British government places asylum seekers on military bases: ‘Basic needs, nothing more’ | outside

The British government announced that it would host the migrants at three military bases. The country is also studying the possibility of using ships as housing. British Prime Minister Rishi Sunak announced in December that he wanted to halve the cost of hotels for migrants.

Last year, more than 45,000 migrants, a record number, reached British shores by crossing the Channel in small boats. Because of this large number, the British asylum system has come under a lot of pressure.

Secretary of State for Immigration Robert Jenrick said in parliament that hotel costs for migrants amount to €2.6 billion for British taxpayers. He pointed out that immigrants staying in hotels led to a decrease in tourism, cancellation of weddings and other losses.

“The reception of immigrants should meet their basic needs, nothing more,” said the Secretary of State. “We must not risk becoming a magnet for the millions of people who flee each year in search of a better economic future.”

The three outposts are located in Essex and East Sussex in the south of England and Lincolnshire in the east. By reusing old barracks and installing move-in-ready buildings, the project should provide shelter to “thousands of asylum seekers,” according to Jenrick.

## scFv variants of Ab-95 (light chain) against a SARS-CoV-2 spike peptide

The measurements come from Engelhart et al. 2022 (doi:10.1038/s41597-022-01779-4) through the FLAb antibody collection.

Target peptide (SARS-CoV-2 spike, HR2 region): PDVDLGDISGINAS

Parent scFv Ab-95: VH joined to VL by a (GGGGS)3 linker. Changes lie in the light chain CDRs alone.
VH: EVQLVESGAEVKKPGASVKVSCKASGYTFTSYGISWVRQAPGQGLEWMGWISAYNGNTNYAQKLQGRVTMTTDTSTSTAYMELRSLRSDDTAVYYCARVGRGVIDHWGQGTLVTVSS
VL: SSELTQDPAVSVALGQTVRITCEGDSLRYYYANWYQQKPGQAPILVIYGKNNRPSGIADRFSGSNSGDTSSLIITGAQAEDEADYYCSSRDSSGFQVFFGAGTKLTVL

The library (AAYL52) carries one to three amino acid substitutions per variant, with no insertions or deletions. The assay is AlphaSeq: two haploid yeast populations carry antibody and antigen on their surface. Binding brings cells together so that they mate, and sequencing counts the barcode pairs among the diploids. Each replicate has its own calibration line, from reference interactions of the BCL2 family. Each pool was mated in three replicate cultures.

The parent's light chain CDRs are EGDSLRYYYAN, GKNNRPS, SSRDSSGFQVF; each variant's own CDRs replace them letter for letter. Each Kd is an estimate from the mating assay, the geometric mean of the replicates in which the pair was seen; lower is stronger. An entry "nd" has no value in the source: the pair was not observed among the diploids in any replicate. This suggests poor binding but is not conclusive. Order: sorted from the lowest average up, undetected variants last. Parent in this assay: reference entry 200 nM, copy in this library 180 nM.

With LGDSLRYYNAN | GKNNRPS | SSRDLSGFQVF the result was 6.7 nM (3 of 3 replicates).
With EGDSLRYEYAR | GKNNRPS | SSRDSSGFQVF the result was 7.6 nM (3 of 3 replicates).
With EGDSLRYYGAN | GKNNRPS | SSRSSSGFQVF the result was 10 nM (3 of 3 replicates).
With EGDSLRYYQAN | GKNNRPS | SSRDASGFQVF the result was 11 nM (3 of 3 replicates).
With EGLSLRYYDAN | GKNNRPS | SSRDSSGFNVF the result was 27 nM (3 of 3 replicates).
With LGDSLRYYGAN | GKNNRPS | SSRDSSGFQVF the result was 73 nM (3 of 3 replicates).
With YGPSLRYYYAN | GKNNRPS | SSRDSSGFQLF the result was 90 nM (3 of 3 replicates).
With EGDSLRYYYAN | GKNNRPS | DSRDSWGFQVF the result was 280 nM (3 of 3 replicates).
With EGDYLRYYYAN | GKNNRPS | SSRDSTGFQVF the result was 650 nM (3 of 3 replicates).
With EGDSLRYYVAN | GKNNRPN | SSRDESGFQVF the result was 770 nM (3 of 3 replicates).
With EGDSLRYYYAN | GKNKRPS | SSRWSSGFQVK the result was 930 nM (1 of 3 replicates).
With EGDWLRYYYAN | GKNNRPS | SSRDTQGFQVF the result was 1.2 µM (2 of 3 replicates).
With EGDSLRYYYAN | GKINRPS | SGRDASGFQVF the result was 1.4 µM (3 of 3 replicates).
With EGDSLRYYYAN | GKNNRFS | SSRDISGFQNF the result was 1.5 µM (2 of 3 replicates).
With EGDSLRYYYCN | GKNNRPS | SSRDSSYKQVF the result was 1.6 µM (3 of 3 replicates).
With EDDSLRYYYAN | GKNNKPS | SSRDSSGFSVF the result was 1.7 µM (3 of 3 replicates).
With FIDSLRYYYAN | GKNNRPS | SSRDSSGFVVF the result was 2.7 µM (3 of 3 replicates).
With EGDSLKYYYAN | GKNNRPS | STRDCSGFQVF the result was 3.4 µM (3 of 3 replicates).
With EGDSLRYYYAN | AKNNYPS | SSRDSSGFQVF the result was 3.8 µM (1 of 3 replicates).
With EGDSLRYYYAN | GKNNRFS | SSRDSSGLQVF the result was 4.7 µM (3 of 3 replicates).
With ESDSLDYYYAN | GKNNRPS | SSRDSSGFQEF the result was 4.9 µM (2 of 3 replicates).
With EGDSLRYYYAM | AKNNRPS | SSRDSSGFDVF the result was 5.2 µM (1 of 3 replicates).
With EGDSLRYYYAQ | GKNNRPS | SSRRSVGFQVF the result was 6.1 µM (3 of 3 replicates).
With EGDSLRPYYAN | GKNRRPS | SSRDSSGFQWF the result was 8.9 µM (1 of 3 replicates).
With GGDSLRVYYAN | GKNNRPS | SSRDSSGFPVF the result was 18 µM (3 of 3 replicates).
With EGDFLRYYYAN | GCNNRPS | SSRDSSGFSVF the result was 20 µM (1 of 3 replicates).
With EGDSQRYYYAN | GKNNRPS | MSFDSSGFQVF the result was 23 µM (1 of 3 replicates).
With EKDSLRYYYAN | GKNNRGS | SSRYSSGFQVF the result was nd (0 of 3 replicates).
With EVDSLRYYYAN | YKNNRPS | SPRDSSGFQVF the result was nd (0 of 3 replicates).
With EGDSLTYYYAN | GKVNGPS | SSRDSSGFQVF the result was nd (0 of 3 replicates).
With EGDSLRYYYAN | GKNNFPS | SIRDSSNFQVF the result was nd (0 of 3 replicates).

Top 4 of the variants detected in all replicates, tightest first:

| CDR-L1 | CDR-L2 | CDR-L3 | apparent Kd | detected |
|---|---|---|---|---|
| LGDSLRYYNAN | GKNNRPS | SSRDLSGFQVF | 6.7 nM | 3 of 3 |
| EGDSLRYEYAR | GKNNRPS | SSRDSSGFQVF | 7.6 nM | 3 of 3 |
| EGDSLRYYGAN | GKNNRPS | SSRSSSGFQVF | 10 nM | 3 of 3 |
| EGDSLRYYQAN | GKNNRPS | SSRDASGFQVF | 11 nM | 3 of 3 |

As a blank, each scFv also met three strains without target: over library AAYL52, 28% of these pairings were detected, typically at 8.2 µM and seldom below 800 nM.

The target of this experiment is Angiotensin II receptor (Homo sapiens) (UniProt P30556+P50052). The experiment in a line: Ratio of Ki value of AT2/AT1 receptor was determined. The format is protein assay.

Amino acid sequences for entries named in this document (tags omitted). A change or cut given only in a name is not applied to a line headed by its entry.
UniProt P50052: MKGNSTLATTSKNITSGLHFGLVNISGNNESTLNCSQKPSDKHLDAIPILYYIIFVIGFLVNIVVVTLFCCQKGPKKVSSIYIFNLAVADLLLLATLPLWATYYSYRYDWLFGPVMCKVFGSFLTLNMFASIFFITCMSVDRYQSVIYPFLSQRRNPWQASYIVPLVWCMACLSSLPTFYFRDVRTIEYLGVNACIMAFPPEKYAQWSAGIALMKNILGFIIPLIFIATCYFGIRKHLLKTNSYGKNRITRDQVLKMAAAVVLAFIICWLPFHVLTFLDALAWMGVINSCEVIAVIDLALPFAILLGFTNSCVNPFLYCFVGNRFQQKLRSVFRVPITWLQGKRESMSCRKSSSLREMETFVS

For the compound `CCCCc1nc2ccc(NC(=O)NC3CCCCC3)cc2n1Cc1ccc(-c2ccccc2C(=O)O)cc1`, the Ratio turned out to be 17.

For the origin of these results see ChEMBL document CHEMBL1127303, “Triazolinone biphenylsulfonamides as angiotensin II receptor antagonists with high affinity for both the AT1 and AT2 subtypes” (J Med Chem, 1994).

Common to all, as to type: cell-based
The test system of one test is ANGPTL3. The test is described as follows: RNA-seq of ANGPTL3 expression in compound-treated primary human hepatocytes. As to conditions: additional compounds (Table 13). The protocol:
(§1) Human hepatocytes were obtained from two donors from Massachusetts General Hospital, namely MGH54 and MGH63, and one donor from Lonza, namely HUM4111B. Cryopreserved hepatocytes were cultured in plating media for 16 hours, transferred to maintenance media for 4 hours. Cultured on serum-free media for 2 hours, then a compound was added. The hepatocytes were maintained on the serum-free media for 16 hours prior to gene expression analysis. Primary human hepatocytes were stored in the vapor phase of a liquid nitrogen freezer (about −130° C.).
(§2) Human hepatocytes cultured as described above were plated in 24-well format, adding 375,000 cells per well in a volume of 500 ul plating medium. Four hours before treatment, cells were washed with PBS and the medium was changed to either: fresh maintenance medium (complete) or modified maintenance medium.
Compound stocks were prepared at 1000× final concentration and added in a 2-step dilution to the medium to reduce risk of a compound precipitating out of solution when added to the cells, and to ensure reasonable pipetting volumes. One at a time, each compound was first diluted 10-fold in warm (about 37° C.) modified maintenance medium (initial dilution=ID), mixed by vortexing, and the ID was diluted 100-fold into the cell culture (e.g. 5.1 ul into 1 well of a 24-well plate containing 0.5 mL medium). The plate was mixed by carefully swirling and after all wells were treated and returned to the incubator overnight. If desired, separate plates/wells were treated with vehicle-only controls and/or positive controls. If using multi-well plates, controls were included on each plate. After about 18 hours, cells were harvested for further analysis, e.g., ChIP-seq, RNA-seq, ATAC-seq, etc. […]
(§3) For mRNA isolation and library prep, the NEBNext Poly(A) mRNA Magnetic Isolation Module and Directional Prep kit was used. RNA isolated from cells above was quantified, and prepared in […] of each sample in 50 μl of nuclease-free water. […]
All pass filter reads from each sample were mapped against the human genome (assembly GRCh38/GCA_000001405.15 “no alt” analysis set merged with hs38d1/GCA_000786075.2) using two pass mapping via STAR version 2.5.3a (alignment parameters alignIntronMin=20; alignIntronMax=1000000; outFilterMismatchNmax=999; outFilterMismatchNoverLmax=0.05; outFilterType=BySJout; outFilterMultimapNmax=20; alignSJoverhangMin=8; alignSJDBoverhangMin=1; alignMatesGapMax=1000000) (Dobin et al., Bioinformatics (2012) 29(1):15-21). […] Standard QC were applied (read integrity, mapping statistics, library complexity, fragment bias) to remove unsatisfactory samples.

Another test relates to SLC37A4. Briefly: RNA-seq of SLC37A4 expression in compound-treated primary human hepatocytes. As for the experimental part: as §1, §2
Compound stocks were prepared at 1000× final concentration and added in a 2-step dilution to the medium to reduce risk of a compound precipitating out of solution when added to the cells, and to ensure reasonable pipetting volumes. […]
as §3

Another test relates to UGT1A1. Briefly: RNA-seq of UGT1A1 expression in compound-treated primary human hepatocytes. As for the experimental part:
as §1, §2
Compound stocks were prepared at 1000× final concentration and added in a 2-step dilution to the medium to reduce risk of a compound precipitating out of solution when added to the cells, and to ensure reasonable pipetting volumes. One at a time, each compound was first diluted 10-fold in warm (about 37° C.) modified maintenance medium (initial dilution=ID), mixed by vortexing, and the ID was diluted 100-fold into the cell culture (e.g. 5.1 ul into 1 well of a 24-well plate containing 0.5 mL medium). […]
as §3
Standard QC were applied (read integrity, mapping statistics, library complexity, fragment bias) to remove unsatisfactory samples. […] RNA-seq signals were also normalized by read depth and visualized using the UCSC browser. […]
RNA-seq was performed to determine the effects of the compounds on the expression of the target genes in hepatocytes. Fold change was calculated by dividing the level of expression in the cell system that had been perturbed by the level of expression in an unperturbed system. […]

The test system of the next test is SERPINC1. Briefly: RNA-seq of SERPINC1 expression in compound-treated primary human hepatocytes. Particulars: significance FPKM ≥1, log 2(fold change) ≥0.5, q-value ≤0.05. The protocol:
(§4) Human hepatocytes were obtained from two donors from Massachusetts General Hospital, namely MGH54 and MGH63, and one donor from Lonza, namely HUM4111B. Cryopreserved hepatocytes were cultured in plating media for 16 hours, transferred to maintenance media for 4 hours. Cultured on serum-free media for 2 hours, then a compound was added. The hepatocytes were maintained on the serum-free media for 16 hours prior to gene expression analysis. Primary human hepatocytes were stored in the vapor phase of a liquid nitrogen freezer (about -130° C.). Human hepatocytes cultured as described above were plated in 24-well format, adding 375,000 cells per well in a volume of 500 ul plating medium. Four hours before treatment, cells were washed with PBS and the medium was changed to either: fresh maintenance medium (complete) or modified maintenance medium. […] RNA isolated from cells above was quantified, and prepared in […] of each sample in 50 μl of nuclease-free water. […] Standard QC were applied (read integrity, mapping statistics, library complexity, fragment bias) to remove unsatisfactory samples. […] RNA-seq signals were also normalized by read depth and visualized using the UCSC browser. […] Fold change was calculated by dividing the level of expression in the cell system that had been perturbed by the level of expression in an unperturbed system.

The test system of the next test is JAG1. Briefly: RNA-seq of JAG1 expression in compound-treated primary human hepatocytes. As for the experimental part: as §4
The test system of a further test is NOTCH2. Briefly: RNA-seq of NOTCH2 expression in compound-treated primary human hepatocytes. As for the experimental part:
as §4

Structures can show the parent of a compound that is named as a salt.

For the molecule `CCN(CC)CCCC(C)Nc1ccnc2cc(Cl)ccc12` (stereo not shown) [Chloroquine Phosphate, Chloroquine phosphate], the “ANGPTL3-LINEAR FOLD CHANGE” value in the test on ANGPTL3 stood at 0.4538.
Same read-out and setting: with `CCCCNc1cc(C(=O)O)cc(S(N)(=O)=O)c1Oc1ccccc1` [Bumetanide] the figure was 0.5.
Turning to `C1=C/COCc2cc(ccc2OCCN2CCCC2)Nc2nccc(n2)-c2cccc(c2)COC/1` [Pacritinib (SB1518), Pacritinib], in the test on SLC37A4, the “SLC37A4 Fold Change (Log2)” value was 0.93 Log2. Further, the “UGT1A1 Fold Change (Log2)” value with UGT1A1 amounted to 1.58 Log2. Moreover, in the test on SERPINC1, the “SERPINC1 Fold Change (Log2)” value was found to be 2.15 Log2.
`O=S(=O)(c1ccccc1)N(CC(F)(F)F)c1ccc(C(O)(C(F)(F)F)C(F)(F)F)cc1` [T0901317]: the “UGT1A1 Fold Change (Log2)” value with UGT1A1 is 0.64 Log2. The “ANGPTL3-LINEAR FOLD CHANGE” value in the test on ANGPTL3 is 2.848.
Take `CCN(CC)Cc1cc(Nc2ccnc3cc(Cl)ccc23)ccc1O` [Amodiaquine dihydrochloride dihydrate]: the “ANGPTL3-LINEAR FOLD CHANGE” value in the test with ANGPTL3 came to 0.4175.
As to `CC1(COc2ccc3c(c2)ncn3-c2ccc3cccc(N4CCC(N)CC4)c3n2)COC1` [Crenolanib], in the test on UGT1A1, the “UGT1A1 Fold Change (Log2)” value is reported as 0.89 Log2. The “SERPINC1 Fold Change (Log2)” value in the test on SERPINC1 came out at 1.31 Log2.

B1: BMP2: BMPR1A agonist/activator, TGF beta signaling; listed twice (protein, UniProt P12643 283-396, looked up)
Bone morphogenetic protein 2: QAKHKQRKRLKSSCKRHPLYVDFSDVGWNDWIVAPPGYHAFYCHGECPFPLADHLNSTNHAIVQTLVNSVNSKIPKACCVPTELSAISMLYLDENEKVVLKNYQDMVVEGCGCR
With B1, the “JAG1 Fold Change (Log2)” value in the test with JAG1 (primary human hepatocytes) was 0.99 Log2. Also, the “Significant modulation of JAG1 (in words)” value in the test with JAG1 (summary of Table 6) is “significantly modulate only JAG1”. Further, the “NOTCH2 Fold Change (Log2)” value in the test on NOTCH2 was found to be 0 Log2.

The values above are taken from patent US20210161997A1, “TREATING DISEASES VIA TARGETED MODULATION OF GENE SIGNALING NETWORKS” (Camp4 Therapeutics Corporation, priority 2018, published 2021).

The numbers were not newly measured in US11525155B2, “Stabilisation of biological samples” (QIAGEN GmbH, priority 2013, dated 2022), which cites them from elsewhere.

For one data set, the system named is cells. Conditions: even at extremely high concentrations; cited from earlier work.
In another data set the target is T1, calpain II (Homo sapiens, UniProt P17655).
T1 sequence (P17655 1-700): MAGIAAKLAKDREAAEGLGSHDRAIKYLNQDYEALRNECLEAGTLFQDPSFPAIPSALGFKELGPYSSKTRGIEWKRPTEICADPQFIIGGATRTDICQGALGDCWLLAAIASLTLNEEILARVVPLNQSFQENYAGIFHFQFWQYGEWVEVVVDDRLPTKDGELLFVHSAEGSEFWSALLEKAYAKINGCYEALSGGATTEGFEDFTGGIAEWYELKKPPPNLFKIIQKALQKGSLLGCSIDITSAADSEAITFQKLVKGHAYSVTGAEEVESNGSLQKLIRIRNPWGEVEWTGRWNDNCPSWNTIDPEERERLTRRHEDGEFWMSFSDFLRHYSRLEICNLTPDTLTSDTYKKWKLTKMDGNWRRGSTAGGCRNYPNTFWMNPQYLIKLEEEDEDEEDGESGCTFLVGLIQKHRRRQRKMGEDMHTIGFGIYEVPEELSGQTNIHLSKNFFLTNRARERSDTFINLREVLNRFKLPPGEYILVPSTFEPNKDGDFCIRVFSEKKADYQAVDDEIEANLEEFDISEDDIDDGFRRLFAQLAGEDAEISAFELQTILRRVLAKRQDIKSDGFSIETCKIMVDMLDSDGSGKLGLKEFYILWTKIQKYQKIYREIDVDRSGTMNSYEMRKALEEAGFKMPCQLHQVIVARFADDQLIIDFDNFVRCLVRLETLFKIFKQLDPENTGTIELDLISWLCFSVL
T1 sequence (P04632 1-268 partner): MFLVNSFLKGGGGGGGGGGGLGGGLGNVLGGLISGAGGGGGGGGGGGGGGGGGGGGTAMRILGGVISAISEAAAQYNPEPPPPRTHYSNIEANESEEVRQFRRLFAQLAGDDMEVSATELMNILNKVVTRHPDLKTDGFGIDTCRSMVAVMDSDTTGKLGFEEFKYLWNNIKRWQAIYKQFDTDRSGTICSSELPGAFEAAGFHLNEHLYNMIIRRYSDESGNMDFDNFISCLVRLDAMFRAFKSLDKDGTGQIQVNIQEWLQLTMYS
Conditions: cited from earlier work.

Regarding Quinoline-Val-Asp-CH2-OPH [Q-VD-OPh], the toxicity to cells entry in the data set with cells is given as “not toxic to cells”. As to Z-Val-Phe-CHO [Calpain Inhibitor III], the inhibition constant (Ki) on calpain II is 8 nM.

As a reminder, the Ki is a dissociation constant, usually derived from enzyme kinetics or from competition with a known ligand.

The foreign secretary, James Cleverly, criticized the plans for the military base in Essex, his constituency. He wrote on Facebook on Tuesday evening that the remote location is not suitable for receiving asylum due to limited transport infrastructure and a narrow road network.

discourage immigrants

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With a tough approach, the conservative British government wants to discourage immigrants from coming to the UK illegally. The controversial plan to send migrants across the Channel to Rwanda without a chance to apply for asylum has been put on hold pending a ruling on the merits. The United Nations High Commissioner for Refugees and the Commissioner for Human Rights in the Council of Europe sharply criticized the plan.

Denton Watson

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